Full Text Available We present results from a study of canopy-atmosphere fluxes of carbon dioxide from 2007 to 2009 above a site in Wytham Woods, an ancient temperate broadleaved deciduous forest in southern England. Gap-filled Net Ecosystem Exchange (NEE data were partitioned into Gross Primary Productivity (GPP and ecosystem respiration (Re and analysed on daily, monthly and annual timescales. Over the continuous 24 month study period annual GPP was estimated at 21.1 Mg C ha−1 yr−1 and Re at 19.8 Mg C ha−1 yr−1; Net Ecosystem Productivity (NEP was 1.2 Mg C ha−1 yr−1. These estimates are very consistent with independent bottom-up estimates derived from Net Primary Productivity (NPP and flux chamber measurements in 2008 (GPP=20.3±1.0 Mg C ha−1 yr−1, Re=18.9±1.7 Mg C ha−1 yr−1, biomass increment =~1.4 Mg C ha−1 yr−1. Interannual variability of seasonal NEP was predominantly driven by changes in ecosystem respiration, whereas GPP remained similar for equivalent months in different years. Although solar radiation was the largest influence on daytime CO2 fluxes (R2=0.53 for the summer months, interannual variation in Re appeared to be driven by temperature. Our findings suggest that this ancient woodland site is currently a substantial sink for carbon, resulting from continued growth that is probably a legacy of past management practices abandoned over 40 years ago. Our GPP and Re values are generally higher than other broadleaved temperate deciduous woodlands and may represent the influence of the UK's maritime climate, or the particular species composition of this site. The carbon sink value of Wytham Woods supports the protection and management of temperate deciduous woodlands (including those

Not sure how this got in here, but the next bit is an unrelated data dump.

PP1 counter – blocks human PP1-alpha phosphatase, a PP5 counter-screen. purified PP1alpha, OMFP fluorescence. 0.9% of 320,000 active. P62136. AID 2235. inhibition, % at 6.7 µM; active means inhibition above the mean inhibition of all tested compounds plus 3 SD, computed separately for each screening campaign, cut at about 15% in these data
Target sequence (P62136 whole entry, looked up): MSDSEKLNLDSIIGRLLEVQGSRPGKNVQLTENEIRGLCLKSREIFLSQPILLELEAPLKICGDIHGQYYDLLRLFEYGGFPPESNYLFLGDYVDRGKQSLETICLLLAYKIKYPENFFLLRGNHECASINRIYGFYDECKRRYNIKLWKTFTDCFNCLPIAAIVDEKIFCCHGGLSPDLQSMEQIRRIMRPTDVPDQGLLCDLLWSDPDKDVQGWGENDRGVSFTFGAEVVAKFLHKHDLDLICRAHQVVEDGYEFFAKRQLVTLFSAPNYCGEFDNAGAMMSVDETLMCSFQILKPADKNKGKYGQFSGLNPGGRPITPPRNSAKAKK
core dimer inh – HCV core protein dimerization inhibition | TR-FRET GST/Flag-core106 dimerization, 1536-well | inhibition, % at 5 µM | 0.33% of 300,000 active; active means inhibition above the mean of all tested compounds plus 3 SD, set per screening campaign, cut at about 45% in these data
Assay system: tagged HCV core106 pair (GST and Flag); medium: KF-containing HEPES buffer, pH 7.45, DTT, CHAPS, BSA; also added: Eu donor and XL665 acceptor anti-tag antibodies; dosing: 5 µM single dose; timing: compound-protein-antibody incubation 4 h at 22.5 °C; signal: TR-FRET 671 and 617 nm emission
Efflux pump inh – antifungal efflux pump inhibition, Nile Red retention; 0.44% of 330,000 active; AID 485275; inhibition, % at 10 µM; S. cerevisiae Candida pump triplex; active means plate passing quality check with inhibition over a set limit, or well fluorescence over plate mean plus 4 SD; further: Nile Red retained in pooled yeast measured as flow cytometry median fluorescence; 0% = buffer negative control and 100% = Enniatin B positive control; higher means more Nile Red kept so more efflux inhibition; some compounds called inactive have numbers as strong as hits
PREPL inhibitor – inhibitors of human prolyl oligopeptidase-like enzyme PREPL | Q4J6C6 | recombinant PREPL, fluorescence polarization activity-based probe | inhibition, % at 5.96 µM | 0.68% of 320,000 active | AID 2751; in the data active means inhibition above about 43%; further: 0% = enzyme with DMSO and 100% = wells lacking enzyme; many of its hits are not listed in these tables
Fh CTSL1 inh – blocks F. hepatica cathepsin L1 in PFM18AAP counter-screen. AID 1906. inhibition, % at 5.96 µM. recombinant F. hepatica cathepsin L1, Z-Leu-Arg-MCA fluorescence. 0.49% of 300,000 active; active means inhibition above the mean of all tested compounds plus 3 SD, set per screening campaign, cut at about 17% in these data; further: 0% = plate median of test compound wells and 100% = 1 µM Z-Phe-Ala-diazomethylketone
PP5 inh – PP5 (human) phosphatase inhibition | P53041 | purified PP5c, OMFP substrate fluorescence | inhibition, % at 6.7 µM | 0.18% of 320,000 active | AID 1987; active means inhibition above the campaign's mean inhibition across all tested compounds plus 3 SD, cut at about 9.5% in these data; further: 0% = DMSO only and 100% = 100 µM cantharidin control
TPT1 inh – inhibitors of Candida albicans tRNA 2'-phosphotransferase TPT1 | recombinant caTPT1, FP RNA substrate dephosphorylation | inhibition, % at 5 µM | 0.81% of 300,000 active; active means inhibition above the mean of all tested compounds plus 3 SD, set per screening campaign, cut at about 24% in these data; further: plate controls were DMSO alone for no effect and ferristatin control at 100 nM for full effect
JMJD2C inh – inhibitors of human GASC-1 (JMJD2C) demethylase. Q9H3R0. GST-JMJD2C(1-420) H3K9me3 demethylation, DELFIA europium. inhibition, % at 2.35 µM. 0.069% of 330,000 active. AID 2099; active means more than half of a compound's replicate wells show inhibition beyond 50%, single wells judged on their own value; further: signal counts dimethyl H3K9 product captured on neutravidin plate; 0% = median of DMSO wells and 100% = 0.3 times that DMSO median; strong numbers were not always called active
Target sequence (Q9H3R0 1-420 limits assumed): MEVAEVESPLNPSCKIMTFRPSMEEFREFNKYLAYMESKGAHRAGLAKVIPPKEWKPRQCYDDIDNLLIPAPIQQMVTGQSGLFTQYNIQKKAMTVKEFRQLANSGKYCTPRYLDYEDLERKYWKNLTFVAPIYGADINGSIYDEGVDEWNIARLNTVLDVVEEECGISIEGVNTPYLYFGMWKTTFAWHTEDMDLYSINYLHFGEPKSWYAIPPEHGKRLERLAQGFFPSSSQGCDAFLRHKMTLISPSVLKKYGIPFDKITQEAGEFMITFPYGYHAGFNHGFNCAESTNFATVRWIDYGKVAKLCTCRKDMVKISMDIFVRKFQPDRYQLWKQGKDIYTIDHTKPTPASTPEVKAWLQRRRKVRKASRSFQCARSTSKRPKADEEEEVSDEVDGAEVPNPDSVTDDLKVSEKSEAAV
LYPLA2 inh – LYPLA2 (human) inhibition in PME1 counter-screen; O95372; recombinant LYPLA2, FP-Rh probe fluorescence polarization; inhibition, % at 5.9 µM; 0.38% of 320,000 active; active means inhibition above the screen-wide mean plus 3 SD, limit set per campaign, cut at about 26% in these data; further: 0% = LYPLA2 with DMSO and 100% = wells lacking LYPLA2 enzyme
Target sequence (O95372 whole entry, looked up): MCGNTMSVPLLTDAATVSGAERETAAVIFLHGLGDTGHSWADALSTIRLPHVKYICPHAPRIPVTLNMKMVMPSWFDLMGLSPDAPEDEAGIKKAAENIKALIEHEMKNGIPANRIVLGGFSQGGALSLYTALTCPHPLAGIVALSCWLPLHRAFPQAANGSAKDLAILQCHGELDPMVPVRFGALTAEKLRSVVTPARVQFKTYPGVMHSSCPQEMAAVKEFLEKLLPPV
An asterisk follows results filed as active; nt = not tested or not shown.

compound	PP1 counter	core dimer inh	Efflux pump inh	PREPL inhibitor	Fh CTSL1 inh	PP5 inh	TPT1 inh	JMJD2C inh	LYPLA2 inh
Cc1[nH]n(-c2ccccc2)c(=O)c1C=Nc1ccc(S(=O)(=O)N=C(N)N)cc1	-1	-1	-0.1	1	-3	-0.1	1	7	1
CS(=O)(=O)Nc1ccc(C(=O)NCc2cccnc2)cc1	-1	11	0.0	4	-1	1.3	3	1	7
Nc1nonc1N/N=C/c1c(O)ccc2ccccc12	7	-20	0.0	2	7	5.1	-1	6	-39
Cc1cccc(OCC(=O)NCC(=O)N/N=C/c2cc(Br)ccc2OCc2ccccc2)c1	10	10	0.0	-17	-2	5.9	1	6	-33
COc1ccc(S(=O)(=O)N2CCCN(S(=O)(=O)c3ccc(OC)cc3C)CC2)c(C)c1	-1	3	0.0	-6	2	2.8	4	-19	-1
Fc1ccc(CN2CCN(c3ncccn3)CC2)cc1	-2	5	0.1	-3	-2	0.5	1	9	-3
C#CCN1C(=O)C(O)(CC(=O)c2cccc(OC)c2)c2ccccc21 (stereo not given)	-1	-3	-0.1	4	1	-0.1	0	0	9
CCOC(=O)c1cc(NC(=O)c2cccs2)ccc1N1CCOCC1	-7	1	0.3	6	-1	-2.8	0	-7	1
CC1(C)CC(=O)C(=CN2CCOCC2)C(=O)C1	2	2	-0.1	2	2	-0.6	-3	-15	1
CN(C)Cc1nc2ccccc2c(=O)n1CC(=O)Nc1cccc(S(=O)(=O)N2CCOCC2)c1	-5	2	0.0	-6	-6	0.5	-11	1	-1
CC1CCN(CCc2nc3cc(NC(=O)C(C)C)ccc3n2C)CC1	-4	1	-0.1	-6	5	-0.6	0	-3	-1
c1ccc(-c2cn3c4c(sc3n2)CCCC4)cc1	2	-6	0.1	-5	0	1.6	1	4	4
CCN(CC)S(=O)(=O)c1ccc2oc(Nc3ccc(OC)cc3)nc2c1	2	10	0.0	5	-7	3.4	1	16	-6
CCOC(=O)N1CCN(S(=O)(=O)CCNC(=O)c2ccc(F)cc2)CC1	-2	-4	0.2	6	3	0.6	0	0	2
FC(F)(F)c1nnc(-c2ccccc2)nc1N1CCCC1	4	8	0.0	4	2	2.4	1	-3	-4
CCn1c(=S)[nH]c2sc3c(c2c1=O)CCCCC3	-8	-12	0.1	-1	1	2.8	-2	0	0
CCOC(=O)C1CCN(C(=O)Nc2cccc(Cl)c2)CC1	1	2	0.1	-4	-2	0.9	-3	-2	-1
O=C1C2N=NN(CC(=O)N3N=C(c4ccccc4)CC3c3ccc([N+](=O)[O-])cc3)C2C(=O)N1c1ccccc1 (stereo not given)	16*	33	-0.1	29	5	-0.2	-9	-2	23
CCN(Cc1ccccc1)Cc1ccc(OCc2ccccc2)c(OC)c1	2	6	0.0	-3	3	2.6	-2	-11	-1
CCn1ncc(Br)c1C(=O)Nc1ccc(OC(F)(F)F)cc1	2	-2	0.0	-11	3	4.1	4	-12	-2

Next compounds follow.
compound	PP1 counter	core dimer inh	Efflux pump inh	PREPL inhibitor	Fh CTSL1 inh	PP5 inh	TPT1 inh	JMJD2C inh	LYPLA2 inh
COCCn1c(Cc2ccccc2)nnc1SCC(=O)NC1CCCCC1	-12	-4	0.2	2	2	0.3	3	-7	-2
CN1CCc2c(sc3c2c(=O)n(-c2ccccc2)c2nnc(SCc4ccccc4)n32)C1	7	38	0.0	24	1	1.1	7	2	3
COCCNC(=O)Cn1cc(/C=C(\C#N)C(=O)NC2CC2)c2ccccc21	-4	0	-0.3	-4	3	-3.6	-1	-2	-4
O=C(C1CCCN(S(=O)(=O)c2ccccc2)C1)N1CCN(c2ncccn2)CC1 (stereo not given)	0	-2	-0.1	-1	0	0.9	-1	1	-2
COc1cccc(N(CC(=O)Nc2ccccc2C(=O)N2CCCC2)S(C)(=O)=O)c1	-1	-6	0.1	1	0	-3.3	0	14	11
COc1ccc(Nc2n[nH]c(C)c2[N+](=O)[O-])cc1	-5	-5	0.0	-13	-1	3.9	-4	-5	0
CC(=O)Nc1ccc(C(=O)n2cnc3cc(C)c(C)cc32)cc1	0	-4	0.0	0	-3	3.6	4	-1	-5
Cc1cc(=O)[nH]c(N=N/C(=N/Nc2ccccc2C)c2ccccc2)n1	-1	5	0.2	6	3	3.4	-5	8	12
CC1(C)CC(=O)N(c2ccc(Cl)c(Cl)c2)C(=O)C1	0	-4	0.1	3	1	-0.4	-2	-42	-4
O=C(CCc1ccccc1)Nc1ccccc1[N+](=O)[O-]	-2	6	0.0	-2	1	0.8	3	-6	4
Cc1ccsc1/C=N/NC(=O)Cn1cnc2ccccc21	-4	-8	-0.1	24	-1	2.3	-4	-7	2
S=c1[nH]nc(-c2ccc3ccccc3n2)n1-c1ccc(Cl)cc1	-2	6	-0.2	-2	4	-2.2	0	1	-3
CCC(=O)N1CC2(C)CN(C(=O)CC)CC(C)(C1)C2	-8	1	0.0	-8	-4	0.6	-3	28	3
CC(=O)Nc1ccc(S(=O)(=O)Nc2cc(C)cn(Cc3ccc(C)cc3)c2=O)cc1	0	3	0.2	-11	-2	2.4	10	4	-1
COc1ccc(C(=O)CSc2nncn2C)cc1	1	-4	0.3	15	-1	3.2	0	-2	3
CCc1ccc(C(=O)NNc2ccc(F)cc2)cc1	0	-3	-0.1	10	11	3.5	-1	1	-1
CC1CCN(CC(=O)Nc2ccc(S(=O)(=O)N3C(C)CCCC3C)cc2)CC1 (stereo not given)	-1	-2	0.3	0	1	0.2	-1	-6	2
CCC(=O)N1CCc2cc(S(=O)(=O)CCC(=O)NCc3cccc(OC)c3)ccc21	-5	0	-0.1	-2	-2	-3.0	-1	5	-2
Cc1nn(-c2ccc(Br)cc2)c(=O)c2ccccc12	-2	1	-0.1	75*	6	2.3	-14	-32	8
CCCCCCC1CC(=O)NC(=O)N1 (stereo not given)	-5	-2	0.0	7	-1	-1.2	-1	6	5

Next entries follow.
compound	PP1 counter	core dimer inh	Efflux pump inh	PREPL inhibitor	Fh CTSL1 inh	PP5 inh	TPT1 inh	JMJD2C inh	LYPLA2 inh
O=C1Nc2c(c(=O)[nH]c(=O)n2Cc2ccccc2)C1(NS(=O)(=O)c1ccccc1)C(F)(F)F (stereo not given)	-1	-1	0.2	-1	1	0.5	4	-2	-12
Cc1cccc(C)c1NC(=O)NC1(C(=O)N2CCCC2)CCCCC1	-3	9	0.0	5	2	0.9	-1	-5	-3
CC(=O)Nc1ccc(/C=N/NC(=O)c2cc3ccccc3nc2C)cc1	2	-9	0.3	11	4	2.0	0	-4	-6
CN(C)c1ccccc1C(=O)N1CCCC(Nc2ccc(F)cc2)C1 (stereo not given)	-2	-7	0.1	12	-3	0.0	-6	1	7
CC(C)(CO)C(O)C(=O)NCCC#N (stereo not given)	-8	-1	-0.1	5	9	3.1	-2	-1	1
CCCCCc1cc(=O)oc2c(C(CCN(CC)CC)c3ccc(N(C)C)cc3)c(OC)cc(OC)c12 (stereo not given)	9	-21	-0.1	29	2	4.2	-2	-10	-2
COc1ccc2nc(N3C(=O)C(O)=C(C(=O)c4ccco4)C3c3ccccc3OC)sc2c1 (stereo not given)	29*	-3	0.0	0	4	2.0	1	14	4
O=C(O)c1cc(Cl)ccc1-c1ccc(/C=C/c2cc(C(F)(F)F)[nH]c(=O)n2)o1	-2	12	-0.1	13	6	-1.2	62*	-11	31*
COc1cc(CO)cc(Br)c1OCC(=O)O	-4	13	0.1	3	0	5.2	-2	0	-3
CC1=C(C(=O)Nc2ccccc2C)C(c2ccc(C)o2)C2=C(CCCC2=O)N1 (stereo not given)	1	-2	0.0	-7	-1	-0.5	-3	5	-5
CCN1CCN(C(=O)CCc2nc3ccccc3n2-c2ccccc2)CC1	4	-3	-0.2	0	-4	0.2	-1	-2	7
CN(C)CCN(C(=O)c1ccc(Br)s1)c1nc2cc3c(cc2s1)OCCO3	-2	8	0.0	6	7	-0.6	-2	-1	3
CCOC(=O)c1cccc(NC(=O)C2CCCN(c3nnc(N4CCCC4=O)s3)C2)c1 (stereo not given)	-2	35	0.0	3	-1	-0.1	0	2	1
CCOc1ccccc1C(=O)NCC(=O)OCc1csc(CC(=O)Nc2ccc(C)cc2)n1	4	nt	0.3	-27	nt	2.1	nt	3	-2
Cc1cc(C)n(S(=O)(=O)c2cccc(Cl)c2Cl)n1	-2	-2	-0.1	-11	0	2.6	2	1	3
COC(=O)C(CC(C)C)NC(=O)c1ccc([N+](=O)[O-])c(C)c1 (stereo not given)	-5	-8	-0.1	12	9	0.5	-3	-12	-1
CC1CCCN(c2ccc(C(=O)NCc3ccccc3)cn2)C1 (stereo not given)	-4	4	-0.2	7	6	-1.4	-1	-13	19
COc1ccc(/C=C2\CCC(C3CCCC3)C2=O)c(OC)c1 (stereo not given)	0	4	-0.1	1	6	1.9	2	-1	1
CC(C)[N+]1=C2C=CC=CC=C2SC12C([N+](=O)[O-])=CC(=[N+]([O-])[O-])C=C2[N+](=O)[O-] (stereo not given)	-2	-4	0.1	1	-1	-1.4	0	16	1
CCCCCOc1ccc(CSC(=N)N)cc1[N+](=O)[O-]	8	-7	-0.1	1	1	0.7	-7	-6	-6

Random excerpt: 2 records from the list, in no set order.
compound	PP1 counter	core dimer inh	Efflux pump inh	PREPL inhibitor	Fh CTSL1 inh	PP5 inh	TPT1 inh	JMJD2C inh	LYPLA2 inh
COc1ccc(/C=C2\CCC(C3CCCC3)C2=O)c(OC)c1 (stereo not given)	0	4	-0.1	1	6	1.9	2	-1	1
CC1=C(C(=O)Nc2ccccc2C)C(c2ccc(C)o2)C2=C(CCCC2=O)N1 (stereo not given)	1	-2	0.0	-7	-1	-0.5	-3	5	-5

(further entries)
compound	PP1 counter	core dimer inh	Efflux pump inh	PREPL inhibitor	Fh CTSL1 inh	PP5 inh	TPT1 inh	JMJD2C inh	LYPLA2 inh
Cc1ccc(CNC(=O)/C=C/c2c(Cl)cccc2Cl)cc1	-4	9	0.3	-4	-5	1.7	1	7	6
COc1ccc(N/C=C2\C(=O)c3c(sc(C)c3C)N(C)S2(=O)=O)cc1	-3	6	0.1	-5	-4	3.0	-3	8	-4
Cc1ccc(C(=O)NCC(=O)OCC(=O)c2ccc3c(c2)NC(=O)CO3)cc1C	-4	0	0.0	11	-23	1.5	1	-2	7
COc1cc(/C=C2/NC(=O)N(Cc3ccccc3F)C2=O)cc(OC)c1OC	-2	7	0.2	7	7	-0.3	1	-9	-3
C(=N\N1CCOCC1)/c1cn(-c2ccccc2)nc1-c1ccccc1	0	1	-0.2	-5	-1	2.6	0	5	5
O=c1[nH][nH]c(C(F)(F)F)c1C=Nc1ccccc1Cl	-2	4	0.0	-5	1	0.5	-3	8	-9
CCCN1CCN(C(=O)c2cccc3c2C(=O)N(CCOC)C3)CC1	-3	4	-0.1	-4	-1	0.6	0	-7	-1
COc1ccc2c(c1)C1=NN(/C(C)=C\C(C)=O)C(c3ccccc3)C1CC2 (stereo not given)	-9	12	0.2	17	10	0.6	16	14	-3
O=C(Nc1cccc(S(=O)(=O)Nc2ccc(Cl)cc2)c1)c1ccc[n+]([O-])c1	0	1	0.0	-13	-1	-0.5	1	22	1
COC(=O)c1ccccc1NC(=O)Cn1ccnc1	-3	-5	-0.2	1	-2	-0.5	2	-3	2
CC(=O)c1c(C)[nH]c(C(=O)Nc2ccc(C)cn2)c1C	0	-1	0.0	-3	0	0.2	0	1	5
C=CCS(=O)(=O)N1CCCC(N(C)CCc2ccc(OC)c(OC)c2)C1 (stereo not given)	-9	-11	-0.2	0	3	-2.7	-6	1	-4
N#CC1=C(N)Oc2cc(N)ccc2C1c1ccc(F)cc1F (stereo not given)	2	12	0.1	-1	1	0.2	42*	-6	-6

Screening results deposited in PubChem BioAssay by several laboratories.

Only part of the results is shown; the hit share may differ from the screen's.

8. Purification ability and carbon dioxide flux from surface flow constructed wetlands treating sewage treatment plant effluent.

    Science.gov (United States)

    Wu, Haiming; Lin, Li; Zhang, Jian; Guo, Wenshan; Liang, Shuang; Liu, Hai

    2016-11-01